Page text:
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Employee Retirement Income Security Act (ERISA): A 30,000 Foot View


ERISA: An Overview

The Employee Retirement Income Security Act of 1974 (ERISA) is a federal law that protects an individual’s rights to benefits under employee benefit plans. Passed in 1974, ERISA has been amended to expand the protections available to covered individuals. Notable amendments include, but are not limited to, the Consolidated Omnibus Budget Reconciliation Act (COBRA), the Health Insurance Portability and Accountability Act (HIPAA), and the Affordable Care Act.

Who can bring an ERISA claim?

ERISA specifically identifies the individuals permitted to bring claims for violations of the act’s provisions. The individuals capable of filing claims include a “participant,” “beneficiary,” “fiduciary,” and the Secretary of Labor.

A “participant” is a current or former employee subject to or covered by an employee benefit plan that is provided by an employer or employee organization. A “beneficiary” is any individual who has been designated by a participant or the terms of an employee benefit plan, as entitled to a benefit under that plan. A “fiduciary” is an individual who has any discretionary authority or control to manage a covered plan or its assets or any individual who renders investment advice pertaining to a covered plan.

Falling within one of the above categories does not necessarily mean an individual can automatically maintain any cause of action under ERISA, but it is a key step in determining whether a cause of action exists.

What benefits are covered by ERISA?

ERISA applies to “employee benefit plans” established or maintained by an employer or employee organization. The two categories of employee benefit plans are “welfare benefit plans” and “pension plans.” Generally, if an arrangement meets three requirements, it is a plan subject to ERISA. The three requirements are that it is (1) a plan, fund, or program; (2) it is established or maintained; and (3) such is done by an employer or employee organization.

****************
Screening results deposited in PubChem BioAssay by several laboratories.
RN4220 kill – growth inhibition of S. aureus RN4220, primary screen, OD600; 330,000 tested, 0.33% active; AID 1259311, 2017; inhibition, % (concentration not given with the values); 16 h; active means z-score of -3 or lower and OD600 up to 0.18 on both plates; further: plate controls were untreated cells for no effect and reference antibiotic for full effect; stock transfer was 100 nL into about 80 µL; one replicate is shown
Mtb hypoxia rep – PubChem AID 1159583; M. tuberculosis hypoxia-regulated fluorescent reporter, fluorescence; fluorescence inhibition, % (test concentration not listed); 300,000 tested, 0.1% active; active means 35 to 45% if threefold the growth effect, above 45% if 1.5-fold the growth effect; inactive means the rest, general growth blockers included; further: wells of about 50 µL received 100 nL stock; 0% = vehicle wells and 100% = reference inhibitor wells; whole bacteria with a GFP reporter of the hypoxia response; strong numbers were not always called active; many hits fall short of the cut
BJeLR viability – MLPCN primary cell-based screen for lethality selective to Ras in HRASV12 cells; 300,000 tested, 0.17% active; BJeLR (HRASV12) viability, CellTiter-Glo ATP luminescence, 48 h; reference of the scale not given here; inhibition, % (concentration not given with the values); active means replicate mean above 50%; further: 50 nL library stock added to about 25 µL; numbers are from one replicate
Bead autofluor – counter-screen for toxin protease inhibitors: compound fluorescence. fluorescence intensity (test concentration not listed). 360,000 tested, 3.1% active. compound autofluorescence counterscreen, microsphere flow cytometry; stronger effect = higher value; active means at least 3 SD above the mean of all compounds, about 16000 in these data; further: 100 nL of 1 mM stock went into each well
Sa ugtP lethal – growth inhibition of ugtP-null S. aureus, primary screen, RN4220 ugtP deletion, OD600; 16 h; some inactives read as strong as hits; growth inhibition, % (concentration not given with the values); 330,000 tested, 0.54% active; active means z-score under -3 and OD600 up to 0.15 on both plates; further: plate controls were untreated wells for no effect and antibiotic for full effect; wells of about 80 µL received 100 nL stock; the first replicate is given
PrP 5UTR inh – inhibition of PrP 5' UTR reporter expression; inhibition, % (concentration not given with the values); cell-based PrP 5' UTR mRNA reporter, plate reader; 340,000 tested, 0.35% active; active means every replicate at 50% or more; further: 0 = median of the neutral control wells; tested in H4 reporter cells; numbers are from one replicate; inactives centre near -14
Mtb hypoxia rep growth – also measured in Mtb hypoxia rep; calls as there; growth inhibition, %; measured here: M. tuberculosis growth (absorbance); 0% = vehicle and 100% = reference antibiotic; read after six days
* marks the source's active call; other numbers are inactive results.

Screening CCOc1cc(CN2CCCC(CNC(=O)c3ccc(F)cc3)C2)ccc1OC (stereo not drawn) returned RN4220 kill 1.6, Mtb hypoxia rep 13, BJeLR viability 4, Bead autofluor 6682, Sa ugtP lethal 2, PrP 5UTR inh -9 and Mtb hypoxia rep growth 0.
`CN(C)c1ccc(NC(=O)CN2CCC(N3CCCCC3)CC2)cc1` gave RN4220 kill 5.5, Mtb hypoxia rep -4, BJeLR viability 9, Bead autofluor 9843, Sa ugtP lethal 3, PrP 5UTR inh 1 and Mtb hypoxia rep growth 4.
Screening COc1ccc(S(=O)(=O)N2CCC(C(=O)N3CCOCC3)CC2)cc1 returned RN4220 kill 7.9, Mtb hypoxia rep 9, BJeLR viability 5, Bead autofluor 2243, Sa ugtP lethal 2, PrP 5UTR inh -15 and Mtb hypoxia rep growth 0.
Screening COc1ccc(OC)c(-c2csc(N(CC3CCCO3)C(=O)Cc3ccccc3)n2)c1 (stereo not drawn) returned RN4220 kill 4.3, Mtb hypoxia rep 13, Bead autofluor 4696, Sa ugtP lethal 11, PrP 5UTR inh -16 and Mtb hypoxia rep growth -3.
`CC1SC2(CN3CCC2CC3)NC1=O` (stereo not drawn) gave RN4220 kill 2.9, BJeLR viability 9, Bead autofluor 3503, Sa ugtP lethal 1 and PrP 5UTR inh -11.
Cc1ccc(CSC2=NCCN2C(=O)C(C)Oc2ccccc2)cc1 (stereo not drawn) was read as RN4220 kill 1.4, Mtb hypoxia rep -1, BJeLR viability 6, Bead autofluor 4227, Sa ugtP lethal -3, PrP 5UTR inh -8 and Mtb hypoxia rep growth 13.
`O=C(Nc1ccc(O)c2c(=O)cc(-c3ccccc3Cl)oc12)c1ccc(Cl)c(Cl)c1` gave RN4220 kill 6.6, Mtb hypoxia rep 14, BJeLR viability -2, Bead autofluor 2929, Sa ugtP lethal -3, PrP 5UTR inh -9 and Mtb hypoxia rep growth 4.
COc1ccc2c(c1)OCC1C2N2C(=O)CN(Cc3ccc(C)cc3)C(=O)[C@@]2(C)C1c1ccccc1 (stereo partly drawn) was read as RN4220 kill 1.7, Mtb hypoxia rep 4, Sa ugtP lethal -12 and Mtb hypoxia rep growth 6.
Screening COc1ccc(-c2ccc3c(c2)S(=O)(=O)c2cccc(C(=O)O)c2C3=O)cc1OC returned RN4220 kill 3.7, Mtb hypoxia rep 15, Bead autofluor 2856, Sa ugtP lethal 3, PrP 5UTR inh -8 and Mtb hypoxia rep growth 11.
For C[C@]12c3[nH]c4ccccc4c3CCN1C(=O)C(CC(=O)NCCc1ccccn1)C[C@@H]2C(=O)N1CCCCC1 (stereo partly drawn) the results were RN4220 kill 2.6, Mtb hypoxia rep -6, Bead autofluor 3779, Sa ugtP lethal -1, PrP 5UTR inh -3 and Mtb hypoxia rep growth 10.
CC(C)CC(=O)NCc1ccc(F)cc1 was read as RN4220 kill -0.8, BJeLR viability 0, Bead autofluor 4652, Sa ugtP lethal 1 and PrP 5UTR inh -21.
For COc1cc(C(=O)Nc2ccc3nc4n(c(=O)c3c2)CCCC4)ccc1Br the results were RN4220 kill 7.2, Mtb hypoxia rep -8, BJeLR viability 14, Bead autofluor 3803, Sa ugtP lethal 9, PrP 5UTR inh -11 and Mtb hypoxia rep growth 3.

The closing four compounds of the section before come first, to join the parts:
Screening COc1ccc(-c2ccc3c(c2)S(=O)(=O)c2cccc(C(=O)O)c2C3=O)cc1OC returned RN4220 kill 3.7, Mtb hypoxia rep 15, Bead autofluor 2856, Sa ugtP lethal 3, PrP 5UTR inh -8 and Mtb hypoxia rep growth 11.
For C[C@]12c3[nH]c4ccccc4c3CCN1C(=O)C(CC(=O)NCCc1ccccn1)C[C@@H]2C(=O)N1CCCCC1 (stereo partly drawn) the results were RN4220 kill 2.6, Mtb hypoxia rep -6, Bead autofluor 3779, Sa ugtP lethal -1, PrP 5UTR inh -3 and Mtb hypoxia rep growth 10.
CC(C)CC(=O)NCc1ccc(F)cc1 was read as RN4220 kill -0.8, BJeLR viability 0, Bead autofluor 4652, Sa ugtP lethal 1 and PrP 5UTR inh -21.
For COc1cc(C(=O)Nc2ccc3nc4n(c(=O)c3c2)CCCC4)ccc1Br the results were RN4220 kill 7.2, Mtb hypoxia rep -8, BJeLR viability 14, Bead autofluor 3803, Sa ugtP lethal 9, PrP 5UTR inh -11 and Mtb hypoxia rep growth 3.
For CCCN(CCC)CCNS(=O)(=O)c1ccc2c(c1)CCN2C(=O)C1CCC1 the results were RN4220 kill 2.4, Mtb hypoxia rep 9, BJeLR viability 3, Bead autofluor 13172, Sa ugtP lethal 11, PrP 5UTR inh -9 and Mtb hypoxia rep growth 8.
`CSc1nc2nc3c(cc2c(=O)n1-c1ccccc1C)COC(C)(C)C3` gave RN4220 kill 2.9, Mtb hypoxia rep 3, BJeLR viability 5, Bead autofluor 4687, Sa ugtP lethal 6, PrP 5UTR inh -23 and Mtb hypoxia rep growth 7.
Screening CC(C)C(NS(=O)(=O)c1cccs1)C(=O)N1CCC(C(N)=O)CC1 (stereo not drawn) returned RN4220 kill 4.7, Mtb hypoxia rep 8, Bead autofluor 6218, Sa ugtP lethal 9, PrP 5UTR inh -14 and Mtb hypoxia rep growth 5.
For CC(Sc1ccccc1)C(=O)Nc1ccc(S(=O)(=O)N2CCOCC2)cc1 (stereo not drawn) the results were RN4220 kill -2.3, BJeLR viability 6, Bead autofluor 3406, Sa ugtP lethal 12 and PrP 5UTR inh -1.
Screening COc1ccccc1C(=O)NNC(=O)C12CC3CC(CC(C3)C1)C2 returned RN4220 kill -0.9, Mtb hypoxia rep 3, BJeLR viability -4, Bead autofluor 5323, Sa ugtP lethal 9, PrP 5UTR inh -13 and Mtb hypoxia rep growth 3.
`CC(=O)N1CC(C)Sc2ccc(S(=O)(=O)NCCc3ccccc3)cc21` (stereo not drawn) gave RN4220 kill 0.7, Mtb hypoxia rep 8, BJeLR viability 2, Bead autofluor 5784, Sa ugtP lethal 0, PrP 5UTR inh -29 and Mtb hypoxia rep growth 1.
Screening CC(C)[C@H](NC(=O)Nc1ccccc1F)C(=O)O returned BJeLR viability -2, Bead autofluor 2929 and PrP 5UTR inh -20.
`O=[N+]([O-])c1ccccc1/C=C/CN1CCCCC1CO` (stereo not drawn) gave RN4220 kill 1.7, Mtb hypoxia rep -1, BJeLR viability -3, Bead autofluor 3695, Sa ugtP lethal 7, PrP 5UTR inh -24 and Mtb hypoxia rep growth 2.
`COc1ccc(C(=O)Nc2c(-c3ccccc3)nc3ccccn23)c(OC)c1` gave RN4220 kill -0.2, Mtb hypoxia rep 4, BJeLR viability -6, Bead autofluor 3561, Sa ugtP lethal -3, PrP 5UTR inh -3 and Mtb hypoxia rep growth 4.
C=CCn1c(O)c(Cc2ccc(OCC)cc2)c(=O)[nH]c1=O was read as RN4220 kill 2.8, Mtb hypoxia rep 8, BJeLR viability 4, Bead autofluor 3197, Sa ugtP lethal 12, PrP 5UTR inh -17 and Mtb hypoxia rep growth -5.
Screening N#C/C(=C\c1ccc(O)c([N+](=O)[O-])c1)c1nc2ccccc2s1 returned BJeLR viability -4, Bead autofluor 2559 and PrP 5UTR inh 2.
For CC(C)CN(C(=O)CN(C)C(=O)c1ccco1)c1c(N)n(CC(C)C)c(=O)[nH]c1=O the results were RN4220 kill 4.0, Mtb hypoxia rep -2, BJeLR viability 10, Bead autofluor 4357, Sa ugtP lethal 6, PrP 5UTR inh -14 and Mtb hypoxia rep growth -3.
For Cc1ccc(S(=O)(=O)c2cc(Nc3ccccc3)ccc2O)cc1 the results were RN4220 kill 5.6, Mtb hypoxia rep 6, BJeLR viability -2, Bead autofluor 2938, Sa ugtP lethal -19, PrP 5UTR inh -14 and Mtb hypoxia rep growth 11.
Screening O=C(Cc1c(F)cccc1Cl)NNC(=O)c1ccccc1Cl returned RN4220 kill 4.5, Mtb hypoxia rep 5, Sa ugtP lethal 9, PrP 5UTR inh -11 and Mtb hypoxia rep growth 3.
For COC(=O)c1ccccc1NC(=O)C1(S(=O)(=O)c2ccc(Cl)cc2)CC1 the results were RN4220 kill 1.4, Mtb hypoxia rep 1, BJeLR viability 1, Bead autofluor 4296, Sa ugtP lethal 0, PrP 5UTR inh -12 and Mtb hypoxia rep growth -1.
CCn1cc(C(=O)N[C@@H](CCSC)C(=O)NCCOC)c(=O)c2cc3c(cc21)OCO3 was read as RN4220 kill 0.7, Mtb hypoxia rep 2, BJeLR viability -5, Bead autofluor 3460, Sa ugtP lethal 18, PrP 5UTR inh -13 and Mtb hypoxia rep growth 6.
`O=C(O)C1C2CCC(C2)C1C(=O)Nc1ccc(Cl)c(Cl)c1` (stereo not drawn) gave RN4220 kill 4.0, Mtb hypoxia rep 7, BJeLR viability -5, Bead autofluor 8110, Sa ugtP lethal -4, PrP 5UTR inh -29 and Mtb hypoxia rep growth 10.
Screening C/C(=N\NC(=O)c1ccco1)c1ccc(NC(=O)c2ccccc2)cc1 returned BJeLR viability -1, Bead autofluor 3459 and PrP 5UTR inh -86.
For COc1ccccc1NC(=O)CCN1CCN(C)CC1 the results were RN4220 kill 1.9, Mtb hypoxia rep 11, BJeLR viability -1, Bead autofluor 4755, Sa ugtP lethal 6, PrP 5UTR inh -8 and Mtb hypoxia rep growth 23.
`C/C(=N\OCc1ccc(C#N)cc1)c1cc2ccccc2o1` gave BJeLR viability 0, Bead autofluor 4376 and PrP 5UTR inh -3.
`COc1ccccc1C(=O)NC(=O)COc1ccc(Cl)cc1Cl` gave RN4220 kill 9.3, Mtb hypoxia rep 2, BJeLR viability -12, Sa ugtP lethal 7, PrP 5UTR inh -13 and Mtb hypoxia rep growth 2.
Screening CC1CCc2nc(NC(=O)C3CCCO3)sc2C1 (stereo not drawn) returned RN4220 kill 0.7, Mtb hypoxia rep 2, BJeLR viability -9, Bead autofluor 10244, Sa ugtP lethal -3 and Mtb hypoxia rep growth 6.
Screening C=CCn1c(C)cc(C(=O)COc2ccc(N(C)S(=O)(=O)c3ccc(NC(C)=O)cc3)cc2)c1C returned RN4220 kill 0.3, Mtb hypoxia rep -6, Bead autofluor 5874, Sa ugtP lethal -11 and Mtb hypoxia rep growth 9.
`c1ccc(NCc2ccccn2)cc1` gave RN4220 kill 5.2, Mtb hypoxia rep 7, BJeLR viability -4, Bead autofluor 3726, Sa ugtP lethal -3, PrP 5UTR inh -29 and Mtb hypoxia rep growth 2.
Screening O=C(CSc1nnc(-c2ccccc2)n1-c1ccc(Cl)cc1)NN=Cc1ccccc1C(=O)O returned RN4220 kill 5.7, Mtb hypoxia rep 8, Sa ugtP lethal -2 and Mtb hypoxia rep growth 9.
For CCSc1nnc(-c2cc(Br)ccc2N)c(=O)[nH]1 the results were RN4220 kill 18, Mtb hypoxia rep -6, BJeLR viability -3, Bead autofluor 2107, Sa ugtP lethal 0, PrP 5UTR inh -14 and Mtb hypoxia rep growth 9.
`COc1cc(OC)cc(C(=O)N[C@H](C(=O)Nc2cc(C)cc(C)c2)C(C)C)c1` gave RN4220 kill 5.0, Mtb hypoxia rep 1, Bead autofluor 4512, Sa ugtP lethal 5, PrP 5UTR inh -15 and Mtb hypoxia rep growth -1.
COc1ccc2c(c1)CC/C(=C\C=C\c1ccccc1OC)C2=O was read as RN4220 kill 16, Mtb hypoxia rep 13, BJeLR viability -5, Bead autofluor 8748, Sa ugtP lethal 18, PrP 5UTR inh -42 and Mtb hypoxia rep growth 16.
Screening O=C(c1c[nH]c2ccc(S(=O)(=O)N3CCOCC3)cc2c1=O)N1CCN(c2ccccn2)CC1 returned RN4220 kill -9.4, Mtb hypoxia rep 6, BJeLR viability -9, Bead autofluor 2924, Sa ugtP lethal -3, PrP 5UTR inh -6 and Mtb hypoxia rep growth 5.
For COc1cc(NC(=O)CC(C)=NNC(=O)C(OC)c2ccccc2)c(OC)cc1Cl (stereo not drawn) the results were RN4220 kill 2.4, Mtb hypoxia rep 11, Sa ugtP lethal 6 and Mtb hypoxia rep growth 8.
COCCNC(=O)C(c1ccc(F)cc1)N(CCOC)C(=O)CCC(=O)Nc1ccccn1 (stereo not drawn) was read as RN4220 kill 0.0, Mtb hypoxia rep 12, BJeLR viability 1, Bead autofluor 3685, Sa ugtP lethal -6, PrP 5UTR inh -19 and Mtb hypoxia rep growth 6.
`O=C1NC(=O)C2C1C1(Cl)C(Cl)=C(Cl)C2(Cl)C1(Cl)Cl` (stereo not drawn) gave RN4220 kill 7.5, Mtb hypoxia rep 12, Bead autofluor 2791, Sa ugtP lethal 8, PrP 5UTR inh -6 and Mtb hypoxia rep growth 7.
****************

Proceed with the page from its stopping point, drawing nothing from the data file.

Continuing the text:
However, further examining the two categories of employee benefit plans provides additional detail. A “welfare benefit plan” is a plan that provides certain benefits pertaining, but not limited, to medical, health (i.e. sickness, accident, disability, death), unemployment, and vacation benefits that is established or maintained by an employer or employee organization. Such benefits can be provided through the purchase of insurance or otherwise by or through the employer. A “pension plan” provides retirement income to employees or results in the deferral of income to cover periods of time, such as termination of employment.

Causes of Action

In addition to limiting the individuals capable of filing suit and the plans covered by ERISA, the act also details a number of causes of action that can be brought to remedy violations.

A participant or beneficiary under a plan subject to ERISA may have a cause of action to, among others:

  • Recover benefits;
  • Clarify rights to future benefits;
  • Sue for breach of a fiduciary duty;
  • Enjoin an act or practice that violates ERISA or the terms of a plan; or
  • Obtain damages for a plan administrator’s refusal to supply requested information.

In addition to recovery based upon the above, an ERISA violation occurs if there is interference with the attainment or exercise of a right provided under the statute.

If you feel your rights under ERISA have been violated, or if you have any other questions regarding your employment rights, please contact the experienced Birmingham employment law attorneys at Michel | King. You can contact us either online or by calling us at (205) 319-9724. We are here to serve you!

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